|1962 - 1963
Contemporary western about Stoney Burke (Jack
Lord), a professional rodeo rider who struggled
to attain "The Golden Buckle," the highest award
of the rodeo circuit.
Stoney was a member in good standing with the
Rodeo Cowboys Association. As Stoney tells it,
"I've paid my entry fee and I'm riding."
During his career as a rodeo rider, Stoney had
many female admirers and a few that turned out to
be trouble. A wealthy heiress who was used to
getting her way, tried to lure Stoney into web
of love but he refused her overture and then had
to suffer her vengeance.
Amy Jensen, a college girl with a crush, romanced
Stoney and she, too, had marriage on her mind, but,
once again, Stoney adeptly avoided
Although a difficult fellow to lasso into a
relationship, Stoney did appreciate the fairer
sex and sometimes went out of his way to help
a damsel in distress, like the time he came to
aid of pregnant woman who wanted to locate
her father before she delivered her baby. Stoney
also helped Donna Weston,
the spoiled daughter of an old friend (who was
deeply in debt) to regain control of her life.
Occasionally, Stoney did fall for a gal. While
on a vacation in Mexico, Stoney was thrown head over
heels for a mysterious woman. But
unfortunately, she was just using him as alibi
for her involvement in an assassination attempt
on a European dignitary.
Besides women, wealthy and influential men
seemed to run to Stoney for help. Rich Byron
Latimer asked Stoney for help in corralling his
out-of-control son, David. An oil
baron placed a million dollar betting that Stoney
would win a bronc riding event. And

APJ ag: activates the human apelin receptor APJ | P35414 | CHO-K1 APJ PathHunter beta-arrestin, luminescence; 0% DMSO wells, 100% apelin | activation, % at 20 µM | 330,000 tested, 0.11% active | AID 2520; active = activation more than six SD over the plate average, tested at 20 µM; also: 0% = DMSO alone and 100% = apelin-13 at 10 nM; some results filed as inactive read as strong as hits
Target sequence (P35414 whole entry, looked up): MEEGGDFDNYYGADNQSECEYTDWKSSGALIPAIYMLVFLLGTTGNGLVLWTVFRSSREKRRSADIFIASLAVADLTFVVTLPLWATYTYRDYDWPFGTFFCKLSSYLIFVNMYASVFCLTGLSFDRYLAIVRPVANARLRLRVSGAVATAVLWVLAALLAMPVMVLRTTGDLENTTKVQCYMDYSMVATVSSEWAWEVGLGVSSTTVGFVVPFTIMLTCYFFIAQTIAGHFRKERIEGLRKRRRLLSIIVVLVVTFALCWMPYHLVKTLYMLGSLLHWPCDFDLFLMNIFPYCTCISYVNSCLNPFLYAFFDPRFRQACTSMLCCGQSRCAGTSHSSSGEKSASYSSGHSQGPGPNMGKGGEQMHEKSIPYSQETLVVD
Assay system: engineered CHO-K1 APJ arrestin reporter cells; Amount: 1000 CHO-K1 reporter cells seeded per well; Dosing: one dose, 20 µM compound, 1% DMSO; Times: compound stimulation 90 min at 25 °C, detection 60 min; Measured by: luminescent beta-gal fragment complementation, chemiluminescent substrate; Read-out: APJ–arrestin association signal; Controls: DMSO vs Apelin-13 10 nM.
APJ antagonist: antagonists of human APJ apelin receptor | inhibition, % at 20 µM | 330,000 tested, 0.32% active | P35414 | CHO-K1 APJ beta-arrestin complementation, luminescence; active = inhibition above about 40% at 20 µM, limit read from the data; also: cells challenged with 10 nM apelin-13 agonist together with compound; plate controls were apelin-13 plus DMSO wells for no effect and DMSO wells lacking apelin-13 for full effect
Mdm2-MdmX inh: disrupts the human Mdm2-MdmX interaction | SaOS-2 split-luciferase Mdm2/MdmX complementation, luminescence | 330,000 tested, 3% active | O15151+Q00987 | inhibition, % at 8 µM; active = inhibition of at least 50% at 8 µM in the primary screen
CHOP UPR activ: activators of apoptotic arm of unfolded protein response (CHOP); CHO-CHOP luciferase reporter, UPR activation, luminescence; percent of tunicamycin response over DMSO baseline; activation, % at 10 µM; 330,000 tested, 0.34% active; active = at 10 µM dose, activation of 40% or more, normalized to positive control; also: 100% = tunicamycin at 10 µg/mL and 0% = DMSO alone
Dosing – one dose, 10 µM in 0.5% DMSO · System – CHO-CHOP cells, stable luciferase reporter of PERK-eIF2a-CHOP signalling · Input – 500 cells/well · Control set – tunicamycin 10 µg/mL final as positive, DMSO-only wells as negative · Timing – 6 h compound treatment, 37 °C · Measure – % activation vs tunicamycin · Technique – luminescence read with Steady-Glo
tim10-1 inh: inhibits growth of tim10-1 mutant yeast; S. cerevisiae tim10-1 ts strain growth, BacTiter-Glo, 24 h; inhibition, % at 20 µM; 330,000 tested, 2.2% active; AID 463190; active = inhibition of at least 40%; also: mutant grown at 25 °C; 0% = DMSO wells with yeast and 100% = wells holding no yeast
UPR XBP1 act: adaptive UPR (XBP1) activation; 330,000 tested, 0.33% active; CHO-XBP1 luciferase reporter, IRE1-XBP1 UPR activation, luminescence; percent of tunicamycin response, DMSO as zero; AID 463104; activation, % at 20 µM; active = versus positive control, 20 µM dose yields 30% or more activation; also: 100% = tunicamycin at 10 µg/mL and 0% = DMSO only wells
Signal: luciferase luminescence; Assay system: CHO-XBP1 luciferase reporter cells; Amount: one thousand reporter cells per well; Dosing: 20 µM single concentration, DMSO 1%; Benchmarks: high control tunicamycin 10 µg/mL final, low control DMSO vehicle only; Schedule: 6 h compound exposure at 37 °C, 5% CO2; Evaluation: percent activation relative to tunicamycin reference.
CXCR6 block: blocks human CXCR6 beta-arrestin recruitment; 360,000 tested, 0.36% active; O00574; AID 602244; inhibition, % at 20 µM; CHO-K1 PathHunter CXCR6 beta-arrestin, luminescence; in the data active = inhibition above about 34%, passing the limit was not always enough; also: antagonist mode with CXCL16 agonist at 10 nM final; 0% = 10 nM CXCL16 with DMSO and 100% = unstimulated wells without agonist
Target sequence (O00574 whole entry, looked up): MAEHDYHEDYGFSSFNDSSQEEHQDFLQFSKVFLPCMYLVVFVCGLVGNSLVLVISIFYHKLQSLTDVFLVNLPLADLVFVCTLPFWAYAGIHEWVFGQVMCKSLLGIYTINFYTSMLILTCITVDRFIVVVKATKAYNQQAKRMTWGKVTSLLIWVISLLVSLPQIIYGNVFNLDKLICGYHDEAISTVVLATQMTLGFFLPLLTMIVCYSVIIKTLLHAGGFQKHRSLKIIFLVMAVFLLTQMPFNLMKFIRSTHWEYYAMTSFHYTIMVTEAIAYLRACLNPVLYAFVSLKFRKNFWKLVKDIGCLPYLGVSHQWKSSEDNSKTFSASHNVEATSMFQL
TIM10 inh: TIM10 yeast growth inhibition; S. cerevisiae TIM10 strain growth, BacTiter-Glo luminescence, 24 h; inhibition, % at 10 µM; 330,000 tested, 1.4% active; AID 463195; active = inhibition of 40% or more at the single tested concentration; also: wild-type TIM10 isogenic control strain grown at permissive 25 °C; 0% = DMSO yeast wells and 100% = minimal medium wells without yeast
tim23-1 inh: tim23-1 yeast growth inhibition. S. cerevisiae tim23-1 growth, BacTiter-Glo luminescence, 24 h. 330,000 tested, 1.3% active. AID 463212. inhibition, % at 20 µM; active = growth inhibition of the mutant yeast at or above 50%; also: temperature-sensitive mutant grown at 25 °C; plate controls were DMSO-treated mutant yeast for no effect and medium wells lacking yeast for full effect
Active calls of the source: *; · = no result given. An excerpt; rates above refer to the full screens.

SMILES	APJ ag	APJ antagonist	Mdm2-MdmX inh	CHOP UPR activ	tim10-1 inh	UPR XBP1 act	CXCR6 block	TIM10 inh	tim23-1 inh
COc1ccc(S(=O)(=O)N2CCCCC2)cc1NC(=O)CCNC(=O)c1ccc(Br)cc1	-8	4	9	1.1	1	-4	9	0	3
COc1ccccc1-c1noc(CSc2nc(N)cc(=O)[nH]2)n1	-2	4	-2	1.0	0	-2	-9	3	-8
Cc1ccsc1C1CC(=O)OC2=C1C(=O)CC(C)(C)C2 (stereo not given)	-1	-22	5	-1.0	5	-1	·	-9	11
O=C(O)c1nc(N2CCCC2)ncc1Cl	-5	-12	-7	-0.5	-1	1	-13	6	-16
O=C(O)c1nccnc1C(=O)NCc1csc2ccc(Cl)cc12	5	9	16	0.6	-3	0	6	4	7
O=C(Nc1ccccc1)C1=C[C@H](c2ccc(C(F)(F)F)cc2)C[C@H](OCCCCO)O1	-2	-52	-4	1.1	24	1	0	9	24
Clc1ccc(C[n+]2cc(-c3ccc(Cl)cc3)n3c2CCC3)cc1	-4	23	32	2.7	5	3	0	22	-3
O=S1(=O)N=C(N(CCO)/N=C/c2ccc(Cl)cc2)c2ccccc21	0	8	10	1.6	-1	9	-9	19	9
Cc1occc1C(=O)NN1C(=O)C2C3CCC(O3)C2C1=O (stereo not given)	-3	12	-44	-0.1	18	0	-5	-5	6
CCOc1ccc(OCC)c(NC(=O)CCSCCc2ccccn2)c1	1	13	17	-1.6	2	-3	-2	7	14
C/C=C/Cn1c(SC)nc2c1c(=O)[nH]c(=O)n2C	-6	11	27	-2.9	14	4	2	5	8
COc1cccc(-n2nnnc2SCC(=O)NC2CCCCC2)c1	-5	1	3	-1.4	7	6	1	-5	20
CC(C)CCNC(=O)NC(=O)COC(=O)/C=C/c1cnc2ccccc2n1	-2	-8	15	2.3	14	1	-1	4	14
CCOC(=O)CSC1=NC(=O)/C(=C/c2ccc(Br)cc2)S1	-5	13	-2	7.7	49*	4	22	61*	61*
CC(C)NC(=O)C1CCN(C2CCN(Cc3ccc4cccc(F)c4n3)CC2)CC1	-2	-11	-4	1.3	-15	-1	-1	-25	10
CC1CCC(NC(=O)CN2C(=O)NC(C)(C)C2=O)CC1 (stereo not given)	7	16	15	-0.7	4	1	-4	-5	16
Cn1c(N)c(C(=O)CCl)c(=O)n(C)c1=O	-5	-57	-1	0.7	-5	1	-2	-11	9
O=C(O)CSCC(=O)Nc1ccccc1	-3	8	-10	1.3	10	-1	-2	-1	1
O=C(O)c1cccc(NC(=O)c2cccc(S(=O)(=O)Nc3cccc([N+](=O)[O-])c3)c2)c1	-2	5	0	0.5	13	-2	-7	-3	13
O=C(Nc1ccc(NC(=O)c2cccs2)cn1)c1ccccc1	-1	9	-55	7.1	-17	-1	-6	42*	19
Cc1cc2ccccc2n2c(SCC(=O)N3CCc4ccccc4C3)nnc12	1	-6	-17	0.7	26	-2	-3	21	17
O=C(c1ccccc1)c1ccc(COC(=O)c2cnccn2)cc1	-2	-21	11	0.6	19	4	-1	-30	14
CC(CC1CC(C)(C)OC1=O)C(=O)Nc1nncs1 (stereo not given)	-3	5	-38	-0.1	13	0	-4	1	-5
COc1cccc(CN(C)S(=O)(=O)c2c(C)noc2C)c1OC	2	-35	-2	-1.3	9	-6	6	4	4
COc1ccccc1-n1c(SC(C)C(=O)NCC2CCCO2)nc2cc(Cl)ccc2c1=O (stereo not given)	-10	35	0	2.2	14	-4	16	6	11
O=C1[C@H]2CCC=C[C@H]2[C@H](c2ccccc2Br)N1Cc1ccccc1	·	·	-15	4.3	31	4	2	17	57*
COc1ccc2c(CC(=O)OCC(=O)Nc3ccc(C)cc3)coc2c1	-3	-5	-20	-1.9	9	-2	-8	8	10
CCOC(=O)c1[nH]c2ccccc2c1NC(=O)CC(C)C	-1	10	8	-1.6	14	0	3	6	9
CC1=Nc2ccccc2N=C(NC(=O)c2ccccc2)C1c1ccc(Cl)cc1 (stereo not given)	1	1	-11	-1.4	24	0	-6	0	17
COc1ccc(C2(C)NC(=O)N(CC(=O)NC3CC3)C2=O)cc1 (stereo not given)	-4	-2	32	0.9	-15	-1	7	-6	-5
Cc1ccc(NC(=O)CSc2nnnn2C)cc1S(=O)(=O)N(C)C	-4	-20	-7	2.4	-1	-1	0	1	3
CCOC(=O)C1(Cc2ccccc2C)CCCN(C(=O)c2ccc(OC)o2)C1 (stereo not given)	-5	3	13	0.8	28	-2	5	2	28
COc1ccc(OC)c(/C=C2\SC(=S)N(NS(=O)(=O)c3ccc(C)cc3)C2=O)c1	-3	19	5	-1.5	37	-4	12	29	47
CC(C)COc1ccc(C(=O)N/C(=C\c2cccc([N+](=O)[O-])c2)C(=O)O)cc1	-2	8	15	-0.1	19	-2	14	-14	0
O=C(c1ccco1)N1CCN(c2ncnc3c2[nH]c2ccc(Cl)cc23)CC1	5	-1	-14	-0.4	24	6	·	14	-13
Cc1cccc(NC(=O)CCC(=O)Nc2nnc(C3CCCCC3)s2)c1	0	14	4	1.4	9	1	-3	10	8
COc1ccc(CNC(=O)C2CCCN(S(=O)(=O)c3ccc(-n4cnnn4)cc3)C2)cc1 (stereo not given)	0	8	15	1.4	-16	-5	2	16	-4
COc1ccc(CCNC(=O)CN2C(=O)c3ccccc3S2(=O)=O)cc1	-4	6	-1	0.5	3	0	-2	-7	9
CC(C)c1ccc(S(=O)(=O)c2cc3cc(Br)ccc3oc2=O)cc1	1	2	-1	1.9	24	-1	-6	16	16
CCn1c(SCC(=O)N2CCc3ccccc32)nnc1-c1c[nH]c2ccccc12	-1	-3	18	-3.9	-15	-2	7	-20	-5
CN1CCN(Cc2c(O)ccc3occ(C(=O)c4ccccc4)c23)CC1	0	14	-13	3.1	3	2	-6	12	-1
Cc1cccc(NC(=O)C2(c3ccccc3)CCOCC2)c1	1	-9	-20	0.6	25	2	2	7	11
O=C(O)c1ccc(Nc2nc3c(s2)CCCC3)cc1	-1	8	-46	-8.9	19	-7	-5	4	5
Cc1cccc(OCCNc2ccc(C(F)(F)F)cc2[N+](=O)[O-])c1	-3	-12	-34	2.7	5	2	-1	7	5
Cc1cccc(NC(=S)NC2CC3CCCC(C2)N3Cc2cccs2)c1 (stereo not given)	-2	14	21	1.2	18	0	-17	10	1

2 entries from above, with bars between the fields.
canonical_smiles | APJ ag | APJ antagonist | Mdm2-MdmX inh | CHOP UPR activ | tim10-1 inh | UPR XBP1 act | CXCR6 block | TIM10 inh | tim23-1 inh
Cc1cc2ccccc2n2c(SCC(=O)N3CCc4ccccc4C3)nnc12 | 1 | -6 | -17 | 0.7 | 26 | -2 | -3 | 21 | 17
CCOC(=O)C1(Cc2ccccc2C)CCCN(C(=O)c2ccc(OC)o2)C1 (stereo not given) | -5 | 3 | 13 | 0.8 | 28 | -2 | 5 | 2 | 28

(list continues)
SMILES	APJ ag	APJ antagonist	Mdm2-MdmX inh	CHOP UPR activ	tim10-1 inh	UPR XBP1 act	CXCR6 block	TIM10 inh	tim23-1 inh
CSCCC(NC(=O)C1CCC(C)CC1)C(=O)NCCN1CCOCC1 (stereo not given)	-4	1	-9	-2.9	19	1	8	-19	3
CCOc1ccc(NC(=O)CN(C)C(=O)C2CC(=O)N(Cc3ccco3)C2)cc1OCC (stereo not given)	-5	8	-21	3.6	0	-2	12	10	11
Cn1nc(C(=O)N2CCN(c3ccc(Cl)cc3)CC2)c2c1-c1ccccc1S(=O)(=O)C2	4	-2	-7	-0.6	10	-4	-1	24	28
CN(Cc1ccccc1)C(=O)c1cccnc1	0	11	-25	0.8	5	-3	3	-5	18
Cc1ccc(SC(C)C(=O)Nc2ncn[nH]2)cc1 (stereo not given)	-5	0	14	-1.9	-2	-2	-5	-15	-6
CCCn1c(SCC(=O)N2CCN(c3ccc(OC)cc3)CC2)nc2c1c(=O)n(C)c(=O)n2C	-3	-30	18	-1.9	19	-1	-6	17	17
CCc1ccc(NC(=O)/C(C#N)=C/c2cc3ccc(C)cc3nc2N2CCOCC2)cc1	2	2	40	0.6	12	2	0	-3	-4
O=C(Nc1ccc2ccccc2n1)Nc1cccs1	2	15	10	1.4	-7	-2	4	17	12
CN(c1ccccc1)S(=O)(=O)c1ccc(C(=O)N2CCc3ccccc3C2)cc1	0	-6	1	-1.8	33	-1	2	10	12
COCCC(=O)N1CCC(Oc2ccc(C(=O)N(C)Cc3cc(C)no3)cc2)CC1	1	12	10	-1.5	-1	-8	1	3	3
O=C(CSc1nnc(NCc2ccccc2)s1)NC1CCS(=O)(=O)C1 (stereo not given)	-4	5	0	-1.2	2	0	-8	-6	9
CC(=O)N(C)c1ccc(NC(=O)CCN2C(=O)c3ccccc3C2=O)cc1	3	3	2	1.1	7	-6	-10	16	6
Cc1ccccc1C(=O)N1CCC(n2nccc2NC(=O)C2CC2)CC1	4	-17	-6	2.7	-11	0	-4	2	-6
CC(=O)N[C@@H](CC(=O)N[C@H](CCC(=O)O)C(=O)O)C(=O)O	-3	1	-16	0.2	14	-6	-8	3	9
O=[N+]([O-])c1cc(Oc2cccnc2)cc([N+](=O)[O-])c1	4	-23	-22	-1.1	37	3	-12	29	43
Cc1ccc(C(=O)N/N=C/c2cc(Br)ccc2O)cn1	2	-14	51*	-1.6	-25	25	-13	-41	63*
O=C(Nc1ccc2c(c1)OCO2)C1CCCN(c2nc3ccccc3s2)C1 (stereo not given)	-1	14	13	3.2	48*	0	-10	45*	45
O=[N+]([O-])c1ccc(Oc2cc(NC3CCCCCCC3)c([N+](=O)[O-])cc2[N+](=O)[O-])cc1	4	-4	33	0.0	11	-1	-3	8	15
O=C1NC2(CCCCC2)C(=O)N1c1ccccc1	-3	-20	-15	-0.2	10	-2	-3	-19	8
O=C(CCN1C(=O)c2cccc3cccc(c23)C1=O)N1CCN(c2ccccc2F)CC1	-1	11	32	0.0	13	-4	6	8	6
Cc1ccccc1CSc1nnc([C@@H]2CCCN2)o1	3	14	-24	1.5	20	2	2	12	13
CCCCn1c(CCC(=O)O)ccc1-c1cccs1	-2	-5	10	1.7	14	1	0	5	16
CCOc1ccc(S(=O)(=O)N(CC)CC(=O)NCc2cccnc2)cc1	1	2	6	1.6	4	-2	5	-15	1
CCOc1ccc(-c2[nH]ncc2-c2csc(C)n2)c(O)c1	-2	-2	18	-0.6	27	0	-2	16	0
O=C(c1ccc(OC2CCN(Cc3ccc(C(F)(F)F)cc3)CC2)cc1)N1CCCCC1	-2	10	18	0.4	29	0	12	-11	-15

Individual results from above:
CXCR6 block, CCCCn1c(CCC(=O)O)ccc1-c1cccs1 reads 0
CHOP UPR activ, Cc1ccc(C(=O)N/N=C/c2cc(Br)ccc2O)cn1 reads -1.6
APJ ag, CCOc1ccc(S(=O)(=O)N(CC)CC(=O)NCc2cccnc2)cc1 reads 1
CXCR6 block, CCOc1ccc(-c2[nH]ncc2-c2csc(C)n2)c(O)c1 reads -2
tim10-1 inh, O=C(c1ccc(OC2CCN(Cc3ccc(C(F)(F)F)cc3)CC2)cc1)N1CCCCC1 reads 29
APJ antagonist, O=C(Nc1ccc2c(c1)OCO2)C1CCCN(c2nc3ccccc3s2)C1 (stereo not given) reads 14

Senator Lockridge, one of Stoney's old friends
asked him to promote his upcoming political
campaign, until Stoney realized the man he knew
had changed for the worse.
Despite Stoney's love for the rodeo life, it
could be a dangerous one. Sometimes, it was
fighting a bunch of rowdy barroom customers who
didn't like rodeo riders, and other times it was
just the sheer danger of the profession that
brought harm, like a rodeo rider who tied his
body so tightly to a raging Brahma bull that the
animal's wild contortions killed the man.
The rodeo riders weren't the only ones in danger
on the circuit. The spectators were at risk, as
well. Once, Stoney's horses broke through
a fence and injured Loreen Julian, a female
spectator who then sued for damages.
One such uncontrollable horse was a
stallion named Megaton. This fiery horse was
responsible for killing EJ's brother, Harland in a
rodeo mishap. Months later when Stoney was
recovering from an accident that injured his
leg, he took a job hauling old nags to the
slaughter house. The once mighty Megaton was
among the many equine passengers in his truck.
This gave Stoney pause to think about his own
life and where he was going.
Other characters in Stoney's rodeo world
- Robert Dowdell as Cody Bristol,
half-brother of Harland Bristol who died in a
chute accident. He blamed Stoney, but
eventually become his close friend.
- Bruce Dern as E.J. Stocker, Cody's
- Cloris Leachman as Eunice Stocker,
EJ's cousin who aspires to be a rodeo
trick rider. According to EJ she is the "most
ornery, black-tempered, loud-bellowing, ugly
as a mud hen female that you'd ever want to
see in your whole life." When she came to
visit, EJ palmed her off on Stoney.
- Warren Oates as Ves Painter,
Stoney's on/off friend..
- Bill Hart as Red.
- Buck Taylor as Mule.
- George Mitchell as Cal Bristol.
- Bill Gunn as Bud Sutter.
- Casey Tibbs as Himself., a veteran
- John Anderson as Bruce Austin.
- Lex Connelly as Cowboy.
- Ted de Corsia as Burlington.
TRIVIA NOTE: The series was filmed on
location in the Southwest. Dominic Frontiere
composed the "The Stoney Burke Theme."
Casey Tibbs, the founder of the Rodeo Cowboys
Association acted as consultant for the series. See
Obituaries: Jack Lord: 01/21/1998; Warren Oates:
Back to Top